People who have lost a limb sometimes still experience the limb as thought it were still connected to the body. The phenomena is called phantom limb and new research suggests that those with the condition are more susceptible to feeling real physical pain when they observe it in others. The same process that allows us to empathize with others by imagining the pain they feel, properly called synaesthetic pain, is heightened in those who have lost a limb. Scientists speculate that the traumatic experience associated with losing a limb may heighten the sensitivity of pain synaesthetes to others’ pain.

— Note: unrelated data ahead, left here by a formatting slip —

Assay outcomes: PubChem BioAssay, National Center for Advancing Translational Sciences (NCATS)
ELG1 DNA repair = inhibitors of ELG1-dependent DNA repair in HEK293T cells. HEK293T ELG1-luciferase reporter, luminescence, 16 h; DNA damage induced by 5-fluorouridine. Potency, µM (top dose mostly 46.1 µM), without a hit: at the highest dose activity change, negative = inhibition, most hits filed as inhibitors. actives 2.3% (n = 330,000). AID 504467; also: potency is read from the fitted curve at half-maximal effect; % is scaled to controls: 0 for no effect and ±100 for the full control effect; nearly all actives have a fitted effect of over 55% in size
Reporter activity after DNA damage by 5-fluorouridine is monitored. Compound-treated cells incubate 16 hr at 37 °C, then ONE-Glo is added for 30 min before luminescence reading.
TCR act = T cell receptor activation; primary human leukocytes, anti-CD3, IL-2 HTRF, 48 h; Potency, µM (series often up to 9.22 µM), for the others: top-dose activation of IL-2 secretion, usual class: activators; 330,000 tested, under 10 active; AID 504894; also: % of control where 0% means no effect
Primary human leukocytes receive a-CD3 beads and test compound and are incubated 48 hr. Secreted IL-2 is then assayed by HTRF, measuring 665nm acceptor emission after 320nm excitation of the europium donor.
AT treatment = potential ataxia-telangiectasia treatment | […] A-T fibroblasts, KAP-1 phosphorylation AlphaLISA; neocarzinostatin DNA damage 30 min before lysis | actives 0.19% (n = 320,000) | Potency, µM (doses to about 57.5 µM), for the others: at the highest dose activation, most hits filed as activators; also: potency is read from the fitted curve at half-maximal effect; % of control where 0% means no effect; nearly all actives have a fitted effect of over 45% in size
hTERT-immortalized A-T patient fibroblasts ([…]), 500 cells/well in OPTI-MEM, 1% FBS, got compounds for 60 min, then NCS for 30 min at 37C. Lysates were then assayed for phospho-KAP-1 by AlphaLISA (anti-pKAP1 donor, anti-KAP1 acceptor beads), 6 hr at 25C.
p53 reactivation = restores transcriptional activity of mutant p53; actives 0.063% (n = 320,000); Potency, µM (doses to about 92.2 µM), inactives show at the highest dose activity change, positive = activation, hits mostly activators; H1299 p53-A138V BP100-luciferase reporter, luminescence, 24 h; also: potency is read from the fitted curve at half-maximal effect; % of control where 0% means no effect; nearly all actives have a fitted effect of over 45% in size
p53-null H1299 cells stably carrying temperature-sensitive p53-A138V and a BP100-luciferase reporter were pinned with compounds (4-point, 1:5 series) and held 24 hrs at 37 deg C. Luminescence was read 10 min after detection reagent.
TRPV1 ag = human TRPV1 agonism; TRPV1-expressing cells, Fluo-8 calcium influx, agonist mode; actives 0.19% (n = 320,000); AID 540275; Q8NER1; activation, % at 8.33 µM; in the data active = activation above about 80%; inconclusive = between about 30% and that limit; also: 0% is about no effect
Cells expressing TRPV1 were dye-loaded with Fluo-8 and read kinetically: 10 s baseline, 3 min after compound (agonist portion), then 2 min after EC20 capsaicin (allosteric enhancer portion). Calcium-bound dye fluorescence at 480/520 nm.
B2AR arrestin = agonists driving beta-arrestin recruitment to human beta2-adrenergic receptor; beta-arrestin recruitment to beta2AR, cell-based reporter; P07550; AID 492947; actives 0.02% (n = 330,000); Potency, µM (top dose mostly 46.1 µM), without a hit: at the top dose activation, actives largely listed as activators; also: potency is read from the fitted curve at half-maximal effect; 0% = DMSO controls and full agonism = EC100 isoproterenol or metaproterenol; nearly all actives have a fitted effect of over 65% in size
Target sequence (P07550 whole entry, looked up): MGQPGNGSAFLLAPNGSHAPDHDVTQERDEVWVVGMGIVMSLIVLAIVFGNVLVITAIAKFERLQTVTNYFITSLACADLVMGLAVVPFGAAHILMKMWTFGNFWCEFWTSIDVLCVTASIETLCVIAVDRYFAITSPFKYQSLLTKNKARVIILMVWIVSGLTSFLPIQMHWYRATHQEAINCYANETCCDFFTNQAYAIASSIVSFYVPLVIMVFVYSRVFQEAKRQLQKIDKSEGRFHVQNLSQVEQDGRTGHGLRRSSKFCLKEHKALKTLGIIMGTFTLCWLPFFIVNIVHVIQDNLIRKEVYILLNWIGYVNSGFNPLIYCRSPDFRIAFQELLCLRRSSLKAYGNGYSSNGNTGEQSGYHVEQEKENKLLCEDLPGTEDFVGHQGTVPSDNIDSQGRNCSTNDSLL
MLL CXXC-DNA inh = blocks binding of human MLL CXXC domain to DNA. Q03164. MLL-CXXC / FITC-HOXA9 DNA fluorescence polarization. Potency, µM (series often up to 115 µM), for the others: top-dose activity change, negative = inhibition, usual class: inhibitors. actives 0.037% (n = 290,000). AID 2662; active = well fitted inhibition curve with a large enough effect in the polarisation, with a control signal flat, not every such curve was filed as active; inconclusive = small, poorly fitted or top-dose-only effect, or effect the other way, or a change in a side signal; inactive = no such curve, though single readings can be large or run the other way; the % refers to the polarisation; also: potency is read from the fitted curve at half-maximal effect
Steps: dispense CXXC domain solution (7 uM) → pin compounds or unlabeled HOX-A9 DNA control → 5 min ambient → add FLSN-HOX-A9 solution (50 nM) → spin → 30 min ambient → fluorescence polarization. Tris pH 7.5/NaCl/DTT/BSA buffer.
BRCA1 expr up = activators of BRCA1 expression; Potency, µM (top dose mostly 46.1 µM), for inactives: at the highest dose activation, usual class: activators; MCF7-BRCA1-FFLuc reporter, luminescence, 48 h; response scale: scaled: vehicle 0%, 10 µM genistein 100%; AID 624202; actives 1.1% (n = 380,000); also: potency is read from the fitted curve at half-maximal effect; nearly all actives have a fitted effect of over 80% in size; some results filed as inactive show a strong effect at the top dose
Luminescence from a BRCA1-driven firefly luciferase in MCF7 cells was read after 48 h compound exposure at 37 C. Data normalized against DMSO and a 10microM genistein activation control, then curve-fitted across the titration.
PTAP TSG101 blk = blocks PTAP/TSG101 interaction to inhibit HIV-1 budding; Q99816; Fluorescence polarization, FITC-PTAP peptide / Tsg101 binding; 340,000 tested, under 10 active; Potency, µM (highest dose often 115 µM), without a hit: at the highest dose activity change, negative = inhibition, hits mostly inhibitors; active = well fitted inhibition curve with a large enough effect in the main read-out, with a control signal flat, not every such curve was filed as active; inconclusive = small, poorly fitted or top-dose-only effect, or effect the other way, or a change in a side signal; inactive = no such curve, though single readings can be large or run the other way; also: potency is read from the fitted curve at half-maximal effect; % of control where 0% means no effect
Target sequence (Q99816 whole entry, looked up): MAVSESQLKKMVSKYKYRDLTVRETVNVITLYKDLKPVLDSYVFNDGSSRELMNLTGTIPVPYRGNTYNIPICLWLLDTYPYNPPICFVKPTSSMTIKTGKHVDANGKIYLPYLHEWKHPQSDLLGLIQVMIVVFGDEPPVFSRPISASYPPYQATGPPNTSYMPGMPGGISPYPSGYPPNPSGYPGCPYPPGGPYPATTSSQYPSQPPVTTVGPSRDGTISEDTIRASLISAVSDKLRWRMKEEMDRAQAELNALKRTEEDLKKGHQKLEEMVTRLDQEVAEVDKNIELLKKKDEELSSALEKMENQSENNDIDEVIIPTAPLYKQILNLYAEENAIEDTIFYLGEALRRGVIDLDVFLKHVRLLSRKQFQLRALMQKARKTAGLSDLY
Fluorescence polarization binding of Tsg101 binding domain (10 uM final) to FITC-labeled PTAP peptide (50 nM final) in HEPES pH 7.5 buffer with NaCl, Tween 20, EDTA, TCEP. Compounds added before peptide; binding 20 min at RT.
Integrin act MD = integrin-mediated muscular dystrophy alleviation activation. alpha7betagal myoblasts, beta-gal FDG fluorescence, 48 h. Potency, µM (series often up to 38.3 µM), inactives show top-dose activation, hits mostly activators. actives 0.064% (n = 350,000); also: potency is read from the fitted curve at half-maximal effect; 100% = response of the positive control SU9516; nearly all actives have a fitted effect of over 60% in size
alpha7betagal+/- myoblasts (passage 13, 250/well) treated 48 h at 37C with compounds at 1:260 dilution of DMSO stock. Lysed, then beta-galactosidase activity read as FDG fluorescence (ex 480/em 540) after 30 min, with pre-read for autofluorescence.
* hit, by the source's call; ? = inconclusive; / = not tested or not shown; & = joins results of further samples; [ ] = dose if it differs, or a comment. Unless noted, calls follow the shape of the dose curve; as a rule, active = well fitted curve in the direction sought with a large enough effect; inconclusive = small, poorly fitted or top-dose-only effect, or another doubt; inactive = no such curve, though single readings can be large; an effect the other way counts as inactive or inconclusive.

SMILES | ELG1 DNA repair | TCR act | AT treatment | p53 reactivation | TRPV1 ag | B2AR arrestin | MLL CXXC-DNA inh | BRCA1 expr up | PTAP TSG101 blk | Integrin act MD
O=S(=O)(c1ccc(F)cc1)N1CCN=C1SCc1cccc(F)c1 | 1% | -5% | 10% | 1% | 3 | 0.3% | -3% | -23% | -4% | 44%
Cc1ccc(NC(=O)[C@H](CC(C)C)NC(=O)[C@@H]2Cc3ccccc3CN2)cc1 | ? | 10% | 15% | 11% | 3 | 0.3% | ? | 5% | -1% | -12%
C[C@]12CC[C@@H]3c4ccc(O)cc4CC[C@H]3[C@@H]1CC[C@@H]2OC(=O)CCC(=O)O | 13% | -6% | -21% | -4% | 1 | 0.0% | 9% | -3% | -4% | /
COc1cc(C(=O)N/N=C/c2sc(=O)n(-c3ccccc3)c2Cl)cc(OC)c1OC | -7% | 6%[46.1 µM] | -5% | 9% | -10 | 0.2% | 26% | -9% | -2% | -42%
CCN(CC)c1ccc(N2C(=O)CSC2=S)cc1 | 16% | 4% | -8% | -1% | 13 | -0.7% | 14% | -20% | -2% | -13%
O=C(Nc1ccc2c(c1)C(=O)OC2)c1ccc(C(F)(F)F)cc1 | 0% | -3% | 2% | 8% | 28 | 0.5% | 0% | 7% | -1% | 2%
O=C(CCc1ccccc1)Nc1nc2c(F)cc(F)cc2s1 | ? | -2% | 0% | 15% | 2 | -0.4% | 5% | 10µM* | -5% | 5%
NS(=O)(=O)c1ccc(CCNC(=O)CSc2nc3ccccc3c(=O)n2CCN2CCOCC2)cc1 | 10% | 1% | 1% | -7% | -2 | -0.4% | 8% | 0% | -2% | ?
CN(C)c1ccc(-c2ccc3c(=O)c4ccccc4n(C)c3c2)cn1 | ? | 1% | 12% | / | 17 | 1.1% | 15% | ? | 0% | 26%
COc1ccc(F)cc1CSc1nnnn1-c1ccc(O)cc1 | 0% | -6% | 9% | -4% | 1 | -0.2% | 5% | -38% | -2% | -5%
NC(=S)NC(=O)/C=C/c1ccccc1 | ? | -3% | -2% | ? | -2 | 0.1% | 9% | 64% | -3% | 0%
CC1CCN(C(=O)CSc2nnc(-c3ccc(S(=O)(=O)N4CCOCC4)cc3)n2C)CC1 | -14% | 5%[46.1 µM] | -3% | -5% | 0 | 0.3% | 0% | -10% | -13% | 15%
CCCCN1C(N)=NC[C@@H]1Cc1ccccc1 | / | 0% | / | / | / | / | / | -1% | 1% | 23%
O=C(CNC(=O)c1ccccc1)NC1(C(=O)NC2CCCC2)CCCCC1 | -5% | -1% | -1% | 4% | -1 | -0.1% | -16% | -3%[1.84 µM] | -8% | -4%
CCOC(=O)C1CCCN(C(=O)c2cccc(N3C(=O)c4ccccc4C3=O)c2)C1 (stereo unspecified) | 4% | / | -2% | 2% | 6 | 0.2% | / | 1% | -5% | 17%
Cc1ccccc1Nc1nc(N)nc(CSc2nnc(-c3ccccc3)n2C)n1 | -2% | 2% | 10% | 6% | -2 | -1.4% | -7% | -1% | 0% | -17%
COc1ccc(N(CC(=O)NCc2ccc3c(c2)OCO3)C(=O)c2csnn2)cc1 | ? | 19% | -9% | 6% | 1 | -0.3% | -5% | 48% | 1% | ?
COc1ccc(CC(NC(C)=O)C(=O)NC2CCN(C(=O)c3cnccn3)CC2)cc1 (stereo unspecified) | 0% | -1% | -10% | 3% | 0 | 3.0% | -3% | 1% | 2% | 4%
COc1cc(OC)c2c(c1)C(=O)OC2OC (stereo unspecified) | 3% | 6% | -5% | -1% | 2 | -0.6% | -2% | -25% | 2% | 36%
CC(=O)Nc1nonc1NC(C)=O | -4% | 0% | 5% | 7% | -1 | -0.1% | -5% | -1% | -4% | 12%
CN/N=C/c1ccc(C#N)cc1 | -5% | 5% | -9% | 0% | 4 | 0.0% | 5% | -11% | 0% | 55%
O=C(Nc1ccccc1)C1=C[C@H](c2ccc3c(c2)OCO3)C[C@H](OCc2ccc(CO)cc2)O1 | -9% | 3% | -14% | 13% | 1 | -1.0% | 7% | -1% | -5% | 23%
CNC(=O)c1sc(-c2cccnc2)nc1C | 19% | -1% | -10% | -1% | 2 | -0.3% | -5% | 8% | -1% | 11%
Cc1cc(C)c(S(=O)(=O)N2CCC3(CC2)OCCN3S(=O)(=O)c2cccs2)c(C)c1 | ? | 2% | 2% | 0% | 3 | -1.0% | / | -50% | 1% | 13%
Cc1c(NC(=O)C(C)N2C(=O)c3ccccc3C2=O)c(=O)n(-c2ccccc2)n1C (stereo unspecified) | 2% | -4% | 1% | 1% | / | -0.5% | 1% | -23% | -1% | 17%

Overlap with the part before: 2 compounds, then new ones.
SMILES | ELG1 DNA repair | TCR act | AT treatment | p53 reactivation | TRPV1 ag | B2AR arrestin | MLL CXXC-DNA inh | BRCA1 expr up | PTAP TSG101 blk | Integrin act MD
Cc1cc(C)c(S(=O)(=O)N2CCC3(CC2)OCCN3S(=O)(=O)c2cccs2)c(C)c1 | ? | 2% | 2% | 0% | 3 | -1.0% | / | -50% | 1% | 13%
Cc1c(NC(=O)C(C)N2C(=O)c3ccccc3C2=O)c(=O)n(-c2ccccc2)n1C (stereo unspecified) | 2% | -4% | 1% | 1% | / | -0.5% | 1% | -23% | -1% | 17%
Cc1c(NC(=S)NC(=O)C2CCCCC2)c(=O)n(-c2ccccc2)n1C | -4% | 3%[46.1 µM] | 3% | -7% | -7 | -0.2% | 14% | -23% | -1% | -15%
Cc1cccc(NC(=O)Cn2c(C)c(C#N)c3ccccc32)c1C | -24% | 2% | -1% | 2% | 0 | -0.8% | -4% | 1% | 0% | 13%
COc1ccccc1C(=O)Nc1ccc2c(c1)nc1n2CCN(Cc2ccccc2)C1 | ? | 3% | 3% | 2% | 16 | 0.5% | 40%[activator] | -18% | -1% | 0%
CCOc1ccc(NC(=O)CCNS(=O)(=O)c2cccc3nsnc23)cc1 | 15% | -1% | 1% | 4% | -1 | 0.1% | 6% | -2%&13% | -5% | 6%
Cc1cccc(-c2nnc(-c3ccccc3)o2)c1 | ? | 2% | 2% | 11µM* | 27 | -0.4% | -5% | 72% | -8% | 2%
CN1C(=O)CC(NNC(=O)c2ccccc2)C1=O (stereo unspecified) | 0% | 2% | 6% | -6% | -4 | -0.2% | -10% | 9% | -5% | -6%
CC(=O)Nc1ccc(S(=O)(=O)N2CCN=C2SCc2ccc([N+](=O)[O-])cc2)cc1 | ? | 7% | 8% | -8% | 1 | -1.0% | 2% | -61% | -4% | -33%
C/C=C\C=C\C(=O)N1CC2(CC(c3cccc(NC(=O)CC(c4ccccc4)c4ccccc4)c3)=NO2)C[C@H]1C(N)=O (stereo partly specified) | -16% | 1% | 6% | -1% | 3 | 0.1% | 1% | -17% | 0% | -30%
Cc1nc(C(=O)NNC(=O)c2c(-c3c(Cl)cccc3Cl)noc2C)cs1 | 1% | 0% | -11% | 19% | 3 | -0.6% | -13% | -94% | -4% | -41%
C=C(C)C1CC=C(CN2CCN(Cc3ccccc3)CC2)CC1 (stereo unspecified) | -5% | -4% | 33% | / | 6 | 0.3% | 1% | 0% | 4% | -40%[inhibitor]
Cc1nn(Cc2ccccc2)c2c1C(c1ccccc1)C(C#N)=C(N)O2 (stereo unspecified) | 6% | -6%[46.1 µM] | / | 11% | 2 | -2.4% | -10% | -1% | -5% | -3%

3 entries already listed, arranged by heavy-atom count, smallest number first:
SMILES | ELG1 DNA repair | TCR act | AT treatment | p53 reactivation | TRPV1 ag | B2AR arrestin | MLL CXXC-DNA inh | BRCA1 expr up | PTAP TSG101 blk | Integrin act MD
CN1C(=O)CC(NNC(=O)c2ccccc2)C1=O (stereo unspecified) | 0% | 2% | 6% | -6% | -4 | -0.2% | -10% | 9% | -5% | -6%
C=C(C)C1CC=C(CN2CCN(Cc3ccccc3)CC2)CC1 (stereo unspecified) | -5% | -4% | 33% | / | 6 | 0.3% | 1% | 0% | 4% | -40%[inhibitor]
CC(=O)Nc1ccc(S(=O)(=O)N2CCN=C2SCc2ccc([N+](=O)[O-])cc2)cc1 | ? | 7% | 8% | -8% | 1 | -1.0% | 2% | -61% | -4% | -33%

What’s the Big Idea?
Long a conundrum of evolutionary biologists, altruism inspired by empathy may have fairly clear biological and neurological roots. “When we observe or imagine pain, it activates areas of the brain involved in the processing of real pain. This is called the mirror neuron system and is thought to help us to understand other people’s actions and emotions. But the activation is not as strong as that caused by real pain because inhibitory mechanisms normally dampen the response.”